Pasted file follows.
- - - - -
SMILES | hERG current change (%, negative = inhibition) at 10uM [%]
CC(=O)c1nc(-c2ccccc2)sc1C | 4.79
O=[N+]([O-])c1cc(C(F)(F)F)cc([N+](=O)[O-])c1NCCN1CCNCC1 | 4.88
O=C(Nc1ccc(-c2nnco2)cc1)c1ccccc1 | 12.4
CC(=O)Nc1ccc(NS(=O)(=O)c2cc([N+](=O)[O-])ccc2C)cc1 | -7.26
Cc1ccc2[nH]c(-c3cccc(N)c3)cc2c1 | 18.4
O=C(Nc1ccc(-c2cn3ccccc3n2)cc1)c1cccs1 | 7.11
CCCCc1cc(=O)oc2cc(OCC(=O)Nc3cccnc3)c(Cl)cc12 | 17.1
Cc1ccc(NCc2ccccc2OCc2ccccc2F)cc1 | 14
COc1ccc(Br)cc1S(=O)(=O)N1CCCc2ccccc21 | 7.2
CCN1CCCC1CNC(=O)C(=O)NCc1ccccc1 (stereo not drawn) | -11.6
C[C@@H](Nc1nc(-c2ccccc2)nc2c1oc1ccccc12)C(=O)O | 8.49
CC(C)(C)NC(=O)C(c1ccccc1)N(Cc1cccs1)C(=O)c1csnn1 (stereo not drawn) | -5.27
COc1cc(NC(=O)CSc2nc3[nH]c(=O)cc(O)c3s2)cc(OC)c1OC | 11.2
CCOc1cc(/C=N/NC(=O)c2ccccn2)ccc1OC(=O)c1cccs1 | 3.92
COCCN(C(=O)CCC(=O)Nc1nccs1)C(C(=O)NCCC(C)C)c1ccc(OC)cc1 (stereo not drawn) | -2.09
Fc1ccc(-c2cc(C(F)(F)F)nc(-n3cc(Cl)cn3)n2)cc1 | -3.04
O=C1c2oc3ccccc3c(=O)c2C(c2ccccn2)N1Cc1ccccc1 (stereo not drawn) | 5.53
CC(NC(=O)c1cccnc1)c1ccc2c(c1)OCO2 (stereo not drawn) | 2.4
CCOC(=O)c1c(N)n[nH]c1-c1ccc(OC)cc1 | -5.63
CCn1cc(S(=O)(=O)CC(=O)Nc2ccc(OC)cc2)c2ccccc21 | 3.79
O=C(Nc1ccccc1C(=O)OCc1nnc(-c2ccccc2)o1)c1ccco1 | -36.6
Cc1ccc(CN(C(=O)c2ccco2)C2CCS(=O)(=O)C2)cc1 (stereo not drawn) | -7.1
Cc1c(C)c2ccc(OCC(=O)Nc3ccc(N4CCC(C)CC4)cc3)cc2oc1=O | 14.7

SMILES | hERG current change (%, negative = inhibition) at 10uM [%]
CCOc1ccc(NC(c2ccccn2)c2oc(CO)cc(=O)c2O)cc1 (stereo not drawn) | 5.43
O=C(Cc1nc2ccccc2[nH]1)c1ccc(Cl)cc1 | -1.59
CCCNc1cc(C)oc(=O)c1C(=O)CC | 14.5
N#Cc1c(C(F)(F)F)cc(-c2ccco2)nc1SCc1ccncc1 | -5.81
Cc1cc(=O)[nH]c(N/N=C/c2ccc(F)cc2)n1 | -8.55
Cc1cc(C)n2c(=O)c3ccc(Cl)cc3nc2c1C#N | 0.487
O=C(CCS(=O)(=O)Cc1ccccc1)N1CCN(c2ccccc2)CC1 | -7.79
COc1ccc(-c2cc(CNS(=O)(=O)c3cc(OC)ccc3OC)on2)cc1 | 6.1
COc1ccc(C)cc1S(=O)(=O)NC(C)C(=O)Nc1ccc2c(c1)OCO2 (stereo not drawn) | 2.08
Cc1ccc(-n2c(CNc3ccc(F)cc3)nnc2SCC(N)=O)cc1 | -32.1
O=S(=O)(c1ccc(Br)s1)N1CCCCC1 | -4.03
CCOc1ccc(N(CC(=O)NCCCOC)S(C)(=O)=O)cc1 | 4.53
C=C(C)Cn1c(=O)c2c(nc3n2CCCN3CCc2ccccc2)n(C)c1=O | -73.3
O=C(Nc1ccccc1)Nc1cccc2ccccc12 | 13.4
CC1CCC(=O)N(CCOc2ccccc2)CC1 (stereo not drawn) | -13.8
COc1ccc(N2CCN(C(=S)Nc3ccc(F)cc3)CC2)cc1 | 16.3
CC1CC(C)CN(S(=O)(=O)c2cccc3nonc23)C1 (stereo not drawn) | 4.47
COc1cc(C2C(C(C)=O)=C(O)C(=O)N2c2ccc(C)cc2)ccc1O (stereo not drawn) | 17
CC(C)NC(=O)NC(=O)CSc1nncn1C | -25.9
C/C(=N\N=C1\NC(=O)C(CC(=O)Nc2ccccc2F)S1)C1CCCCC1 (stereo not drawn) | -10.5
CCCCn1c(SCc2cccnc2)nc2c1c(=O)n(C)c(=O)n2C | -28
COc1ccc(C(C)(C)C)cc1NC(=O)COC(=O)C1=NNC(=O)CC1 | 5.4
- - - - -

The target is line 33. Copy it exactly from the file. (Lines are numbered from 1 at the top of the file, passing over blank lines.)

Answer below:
COc1ccc(-c2cc(CNS(=O)(=O)c3cc(OC)ccc3OC)on2)cc1 | 6.1